|Photos by Wild Don Lewis|
AMON TOBIN, JOHN TEJADA, DNTEL at the Henry Fonda Theater, September 26
If no ones in the venue, does Dntel make a sound? Seriously, though, this kids experimental textures were wasted on the five or six people who bothered to show up on time at this KCRW-sponsored event. It was a missed opportunity for Dntel a.k.a. Jimmy Tamborello because while Life Is Full of Possibilities may come off flat on CD, it all starts to make sense in 3-D space. This doesnt sound anything like the Postal Service, one annoyed patron said, referring to Tamborellos side project. Is he always like this? But just when the evening seemed a washout, John Tejadas pile-driving beats got this party crackin. Tejada, who records for a zillion labels and whose mom is a noted opera singer, might be 4/4 at the core, but tonight he embellished to the nth degree, layering ever more exotic vines onto his techno trellis.
Around midnight, Amon Tobin gave a lesson in advanced jungle: an impossibly thorny whirl of syncopated skitter-pop backed by Doppler-effect bass drops that were felt as much as heard. Working behind a semitransparent triptych of screens on which sundry engineering schematics and the odd zodiac sun were projected added to the reticent Brazilian Brits mystery. But he seemed to rush through the signature tunes (e.g., Verbal), cramming them medley style as though he were embarrassed by the obviousness of this choice. Wish Tobin had dialed back the intensity once in a while as well to let these byzantine tapestries breathe. Sure, the convoluted beat-downs fed the kids rage jones, but they evaded any hint of how scrumptious yes, scrumptious this guy can be. Tobin encored with a Slayer/NINesque mash-up, his patented sense of humor better late than never.
RADIOHEAD at the Hollywood Bowl, September 25
Radioheads recent teetering along that ill-defined line between artsy and fartsy is amplified to an uncertain stagger in the live arena. Performing before a capacity throng of almost Deadhead devotion, the Brit quintet seem obliged to faithfully revisit their more accessible moments, yet simultaneously exploit their unquestioned credibility to roam roughshod into self-indulgent experimentalism.
Its a credit to Radioheads confidence that they focus tonight on the new Hail to the Thief, opening with a Lion King rendition of their current single, There There, whose triple-barreled tribal tattoos muster definition and velocity beneath main man Thom Yorkes signature whimpering. Yorke, resembling a disheveled Clay Aiken, holds effortless nerd-declared-cool court at center stage, whether flutter-eyed and bobble-headed at the mike or indulging in drum-circle freak-out jigs around his bandmates. His voice engages regardless of the cacophony or caress surrounding it: desperate and bleak in his regular register, otherworldly when launching frequent falsetto orbits. Embellished by a sometimes apocalyptic acid-head light show and a strip-club backdrop, the brace of Airbag and Paranoid Android, from 1997s lauded OK Computer, are a reminder of how hypnotically Radioheads stars can align: ominous, cyber-blip bass lines, anesthetizing injections of acoustic guitar, and detached vocal pleas, building to Jonny Greenwoods string-wringing, effects-drenched crescendos. But explorations of more recent android-friendly material suffer in this setting. Myxomatosis in particular descends into a bass-heavy quagmire, naked of entertainment value but for some emperors new clothes.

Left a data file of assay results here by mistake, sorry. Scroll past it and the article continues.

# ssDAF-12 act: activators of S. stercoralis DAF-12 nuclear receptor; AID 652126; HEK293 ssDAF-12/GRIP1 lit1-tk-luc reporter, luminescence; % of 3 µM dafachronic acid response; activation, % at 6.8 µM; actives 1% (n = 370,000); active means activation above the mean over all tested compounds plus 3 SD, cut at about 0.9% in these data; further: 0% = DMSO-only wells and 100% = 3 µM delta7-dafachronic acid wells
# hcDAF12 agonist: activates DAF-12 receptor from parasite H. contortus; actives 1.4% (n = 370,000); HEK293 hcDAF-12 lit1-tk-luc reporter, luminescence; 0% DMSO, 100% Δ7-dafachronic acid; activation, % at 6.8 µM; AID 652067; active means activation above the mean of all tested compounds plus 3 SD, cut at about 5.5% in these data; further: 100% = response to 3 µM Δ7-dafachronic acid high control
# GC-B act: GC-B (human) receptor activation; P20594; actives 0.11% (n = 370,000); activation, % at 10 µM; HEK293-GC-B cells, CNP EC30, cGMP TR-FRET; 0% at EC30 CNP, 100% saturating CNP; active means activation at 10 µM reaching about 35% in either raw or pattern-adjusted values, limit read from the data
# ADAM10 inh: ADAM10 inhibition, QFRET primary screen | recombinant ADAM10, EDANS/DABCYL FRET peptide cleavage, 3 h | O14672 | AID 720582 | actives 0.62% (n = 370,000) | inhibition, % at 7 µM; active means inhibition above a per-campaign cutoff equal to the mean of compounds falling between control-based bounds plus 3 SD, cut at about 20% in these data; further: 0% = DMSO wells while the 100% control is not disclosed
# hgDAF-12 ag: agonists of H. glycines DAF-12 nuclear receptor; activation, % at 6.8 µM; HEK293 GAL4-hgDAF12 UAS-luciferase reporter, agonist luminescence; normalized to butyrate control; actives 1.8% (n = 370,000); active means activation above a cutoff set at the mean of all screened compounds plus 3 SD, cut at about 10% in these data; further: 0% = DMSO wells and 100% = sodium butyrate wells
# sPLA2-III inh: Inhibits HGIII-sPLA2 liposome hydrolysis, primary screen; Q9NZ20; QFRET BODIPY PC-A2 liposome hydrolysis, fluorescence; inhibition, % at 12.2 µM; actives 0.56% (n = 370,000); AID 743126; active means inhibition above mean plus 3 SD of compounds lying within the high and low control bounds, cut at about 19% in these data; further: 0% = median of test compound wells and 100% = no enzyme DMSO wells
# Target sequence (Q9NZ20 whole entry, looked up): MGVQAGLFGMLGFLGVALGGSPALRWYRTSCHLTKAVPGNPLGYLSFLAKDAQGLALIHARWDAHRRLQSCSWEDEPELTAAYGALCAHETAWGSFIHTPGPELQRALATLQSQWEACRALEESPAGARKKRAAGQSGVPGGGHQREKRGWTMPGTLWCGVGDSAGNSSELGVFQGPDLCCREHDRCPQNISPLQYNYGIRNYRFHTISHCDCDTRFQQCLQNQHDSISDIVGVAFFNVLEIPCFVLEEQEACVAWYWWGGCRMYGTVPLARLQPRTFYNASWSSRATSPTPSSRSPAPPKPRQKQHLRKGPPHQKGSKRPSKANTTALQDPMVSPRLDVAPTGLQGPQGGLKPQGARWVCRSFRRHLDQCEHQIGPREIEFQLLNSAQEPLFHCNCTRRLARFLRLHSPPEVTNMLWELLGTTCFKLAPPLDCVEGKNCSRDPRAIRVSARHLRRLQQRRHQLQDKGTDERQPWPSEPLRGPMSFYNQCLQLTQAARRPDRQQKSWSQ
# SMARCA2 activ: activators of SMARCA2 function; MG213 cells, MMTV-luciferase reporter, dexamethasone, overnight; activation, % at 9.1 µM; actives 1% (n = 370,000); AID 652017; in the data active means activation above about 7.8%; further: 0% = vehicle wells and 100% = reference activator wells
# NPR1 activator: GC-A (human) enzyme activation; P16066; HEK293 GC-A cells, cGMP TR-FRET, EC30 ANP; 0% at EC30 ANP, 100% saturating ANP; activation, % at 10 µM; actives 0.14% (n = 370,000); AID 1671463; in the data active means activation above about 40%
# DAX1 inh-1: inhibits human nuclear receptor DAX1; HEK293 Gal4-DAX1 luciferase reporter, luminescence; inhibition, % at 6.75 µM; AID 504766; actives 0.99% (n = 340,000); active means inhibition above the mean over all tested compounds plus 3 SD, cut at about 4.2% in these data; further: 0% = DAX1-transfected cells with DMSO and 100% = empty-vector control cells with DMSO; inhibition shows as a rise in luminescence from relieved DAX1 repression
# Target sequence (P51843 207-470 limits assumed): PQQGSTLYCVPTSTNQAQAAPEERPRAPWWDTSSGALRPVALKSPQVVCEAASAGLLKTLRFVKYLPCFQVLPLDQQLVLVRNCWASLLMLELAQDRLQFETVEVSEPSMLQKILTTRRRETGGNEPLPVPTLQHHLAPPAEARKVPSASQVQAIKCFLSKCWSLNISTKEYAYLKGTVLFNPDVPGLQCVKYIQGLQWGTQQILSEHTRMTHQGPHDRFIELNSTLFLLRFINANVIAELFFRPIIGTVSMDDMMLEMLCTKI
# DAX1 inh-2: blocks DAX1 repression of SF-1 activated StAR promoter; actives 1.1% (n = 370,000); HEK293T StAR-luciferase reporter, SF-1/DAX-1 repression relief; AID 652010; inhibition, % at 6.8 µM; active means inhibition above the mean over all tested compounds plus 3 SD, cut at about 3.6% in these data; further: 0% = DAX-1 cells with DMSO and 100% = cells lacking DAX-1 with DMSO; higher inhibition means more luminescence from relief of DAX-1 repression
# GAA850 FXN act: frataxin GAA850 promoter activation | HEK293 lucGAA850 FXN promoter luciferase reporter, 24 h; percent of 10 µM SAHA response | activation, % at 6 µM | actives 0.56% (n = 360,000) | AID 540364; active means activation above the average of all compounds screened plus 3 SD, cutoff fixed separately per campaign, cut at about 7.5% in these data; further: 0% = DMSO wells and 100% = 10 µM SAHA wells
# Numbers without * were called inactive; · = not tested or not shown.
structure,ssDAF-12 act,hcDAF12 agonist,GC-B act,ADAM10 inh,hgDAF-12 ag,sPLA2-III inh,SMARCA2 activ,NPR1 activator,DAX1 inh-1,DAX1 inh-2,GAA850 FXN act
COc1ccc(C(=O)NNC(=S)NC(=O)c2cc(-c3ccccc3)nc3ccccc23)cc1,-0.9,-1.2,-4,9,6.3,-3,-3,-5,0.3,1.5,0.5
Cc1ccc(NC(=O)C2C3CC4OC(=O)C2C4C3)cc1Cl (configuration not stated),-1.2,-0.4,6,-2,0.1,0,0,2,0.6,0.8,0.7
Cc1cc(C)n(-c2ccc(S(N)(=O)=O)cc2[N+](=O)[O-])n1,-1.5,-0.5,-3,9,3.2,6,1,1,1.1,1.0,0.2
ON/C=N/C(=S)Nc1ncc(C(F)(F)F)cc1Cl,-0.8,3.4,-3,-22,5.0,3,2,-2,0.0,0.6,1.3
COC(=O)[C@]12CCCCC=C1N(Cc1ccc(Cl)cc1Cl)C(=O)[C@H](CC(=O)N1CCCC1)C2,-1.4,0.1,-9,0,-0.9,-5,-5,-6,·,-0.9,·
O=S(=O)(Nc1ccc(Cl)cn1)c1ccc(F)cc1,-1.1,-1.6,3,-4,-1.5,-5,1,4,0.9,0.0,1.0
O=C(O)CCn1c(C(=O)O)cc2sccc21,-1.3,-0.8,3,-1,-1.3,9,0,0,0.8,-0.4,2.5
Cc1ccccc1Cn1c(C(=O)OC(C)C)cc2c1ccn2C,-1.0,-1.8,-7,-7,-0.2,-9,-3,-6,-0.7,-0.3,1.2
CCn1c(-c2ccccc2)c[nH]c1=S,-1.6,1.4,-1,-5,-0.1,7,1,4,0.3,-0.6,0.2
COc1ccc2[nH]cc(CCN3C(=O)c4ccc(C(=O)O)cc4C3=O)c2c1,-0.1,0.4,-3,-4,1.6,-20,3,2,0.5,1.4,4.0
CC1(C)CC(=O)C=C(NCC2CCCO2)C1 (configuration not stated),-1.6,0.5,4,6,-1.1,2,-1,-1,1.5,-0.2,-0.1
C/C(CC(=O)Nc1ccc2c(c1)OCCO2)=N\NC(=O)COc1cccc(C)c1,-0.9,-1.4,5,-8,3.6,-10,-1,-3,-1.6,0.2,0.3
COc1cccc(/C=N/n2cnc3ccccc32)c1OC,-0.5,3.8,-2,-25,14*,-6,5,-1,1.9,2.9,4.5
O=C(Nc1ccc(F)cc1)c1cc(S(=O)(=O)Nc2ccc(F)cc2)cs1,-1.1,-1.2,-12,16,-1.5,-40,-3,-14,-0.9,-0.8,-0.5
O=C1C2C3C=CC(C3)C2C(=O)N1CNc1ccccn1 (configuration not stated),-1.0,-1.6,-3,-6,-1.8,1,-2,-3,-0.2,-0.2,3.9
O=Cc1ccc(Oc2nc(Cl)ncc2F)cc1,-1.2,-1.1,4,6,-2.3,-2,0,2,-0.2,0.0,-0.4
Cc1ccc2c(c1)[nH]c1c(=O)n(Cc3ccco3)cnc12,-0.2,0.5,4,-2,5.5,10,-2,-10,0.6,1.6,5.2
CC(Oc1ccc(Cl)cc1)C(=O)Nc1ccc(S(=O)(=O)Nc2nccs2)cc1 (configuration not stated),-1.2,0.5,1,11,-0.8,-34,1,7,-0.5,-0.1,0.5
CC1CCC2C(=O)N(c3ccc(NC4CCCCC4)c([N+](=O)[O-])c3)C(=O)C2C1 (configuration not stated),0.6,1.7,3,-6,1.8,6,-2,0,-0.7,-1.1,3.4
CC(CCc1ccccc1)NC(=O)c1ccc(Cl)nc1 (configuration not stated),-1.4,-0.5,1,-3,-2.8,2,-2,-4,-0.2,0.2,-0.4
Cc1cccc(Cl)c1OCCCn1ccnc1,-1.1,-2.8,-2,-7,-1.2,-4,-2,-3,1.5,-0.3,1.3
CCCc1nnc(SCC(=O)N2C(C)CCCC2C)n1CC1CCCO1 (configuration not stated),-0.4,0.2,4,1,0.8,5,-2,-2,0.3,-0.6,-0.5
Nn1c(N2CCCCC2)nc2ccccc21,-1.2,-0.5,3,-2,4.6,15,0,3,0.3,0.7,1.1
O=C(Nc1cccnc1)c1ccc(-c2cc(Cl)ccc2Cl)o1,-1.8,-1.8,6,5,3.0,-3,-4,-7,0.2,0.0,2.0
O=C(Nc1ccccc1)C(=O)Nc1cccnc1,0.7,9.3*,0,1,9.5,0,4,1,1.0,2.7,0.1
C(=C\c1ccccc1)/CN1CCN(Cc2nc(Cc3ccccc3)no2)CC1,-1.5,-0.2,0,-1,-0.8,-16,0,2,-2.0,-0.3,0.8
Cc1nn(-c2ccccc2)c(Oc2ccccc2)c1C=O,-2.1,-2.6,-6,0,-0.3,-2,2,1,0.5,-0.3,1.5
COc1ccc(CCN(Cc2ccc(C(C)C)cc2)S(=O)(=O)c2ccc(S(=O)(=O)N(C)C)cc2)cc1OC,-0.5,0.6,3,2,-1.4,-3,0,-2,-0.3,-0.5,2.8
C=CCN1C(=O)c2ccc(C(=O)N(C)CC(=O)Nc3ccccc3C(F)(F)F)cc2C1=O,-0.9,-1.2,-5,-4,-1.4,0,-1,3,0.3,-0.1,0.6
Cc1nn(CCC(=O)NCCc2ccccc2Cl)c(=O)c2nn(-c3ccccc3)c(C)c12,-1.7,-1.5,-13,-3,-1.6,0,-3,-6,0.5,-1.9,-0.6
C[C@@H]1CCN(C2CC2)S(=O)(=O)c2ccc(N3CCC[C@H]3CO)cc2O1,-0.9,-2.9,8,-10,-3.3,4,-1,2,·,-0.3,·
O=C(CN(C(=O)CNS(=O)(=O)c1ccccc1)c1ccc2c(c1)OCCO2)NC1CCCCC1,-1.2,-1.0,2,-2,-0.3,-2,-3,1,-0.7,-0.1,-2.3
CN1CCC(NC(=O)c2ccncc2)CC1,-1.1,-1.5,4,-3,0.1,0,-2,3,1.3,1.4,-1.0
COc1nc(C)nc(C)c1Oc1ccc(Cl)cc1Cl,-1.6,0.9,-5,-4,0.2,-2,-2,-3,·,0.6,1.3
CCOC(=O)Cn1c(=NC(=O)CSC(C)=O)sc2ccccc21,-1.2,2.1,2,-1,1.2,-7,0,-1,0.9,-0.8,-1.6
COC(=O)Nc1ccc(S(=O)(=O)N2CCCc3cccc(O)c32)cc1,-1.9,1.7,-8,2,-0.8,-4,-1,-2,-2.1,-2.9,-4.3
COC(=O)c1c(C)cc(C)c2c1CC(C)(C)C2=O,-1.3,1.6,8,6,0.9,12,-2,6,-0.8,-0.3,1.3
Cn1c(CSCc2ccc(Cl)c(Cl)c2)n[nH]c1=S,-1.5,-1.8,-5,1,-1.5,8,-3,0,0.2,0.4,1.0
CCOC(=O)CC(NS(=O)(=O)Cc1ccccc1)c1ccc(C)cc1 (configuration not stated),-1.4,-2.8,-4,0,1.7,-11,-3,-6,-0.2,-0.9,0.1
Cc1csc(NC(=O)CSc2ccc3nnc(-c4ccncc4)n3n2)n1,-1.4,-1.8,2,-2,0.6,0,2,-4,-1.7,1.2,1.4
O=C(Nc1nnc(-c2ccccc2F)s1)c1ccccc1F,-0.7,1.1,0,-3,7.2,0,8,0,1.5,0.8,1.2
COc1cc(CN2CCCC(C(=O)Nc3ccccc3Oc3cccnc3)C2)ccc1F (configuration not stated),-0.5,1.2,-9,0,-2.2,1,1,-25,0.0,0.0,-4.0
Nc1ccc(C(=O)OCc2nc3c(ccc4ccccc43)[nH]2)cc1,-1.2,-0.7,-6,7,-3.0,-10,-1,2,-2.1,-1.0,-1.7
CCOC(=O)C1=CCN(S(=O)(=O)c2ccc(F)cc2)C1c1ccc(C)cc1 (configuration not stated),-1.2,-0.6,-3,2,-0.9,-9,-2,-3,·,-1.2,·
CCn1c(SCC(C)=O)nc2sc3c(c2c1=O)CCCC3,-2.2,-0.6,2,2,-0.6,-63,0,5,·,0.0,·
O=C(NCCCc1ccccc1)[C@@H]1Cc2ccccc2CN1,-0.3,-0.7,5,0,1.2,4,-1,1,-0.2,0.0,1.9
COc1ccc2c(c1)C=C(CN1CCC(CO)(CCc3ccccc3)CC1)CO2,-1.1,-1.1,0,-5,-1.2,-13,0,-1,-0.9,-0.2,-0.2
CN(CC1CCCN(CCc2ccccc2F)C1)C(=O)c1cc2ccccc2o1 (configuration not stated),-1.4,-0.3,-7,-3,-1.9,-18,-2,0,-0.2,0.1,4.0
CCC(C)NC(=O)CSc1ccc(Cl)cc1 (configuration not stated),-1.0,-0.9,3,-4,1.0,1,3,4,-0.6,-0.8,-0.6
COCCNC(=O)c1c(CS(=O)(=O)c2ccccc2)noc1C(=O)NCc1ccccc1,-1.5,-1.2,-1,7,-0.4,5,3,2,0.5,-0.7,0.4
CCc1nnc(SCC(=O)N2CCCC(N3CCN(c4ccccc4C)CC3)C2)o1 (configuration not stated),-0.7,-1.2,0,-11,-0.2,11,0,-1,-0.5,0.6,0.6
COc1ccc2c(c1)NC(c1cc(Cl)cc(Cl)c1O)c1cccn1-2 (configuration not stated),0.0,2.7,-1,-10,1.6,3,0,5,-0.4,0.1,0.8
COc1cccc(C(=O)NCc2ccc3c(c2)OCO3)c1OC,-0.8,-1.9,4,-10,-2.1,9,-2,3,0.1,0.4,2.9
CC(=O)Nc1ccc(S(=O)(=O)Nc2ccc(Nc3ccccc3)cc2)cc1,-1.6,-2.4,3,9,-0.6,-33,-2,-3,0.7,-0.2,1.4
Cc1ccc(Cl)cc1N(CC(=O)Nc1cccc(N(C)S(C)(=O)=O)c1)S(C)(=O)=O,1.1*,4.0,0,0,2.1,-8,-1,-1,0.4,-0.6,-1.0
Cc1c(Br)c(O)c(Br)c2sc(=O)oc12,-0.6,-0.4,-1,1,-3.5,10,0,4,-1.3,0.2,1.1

Radiohead are the Gen-Y Genesis: Long ago burst from the conventional guitar-band cocoon, theyve butterflied into multi-instrumentalist yet pop-aware progsters, an unlikely intersection of Bread and 2001: A Space Odyssey. Tonights lengthy set and the patchy but palatable Hail to the Thief suggest that Radiohead, while drifting between stations, will never betray themselves, however disconnected the results may become. (Paul Rogers)
KROQS INLAND INVASION at the Hyundai Pavilion, September 20
Funny how KROQ allots a grand stage like Hyundai Pavilion to the very bands of yore the station has now relegated to its flashback-for-fogeys nooner hour: the Cure, Echo & the Bunnymen, Duran Duran and the Psychedelic Furs, here paired with their current suckling babies Hot Hot Heat, Interpol and Dashboard Confessional. The seed of every worthwhile British band of the past 15 years has sprung from the Bunnymen, whose Ian McCulloch, the epitome of cool, puffed cigs through the bands set, in finest form on beauties like Bring on the Dancing Horses, Cutter and Seven Seas. Still dont get the Violent Femmes, but it only took one word Daaaaaay, sung straight through the nose from singer Gordon Gano to get the blisters in the sun to rise and shine. Not as bright was Duran Durans Simon Le Bon, too preoccupied with his malfunctioning mike to give us full attention. But thanks for the Careless Memories, video montage, and for having a real saxophonist play on Rio. Riding the newer new wave were the catchy carnival keyboards of Hot Hot Heat and the nervy paranoia of Interpols guitar, as penetrating as singer Paul Banks cold, unblinking stare.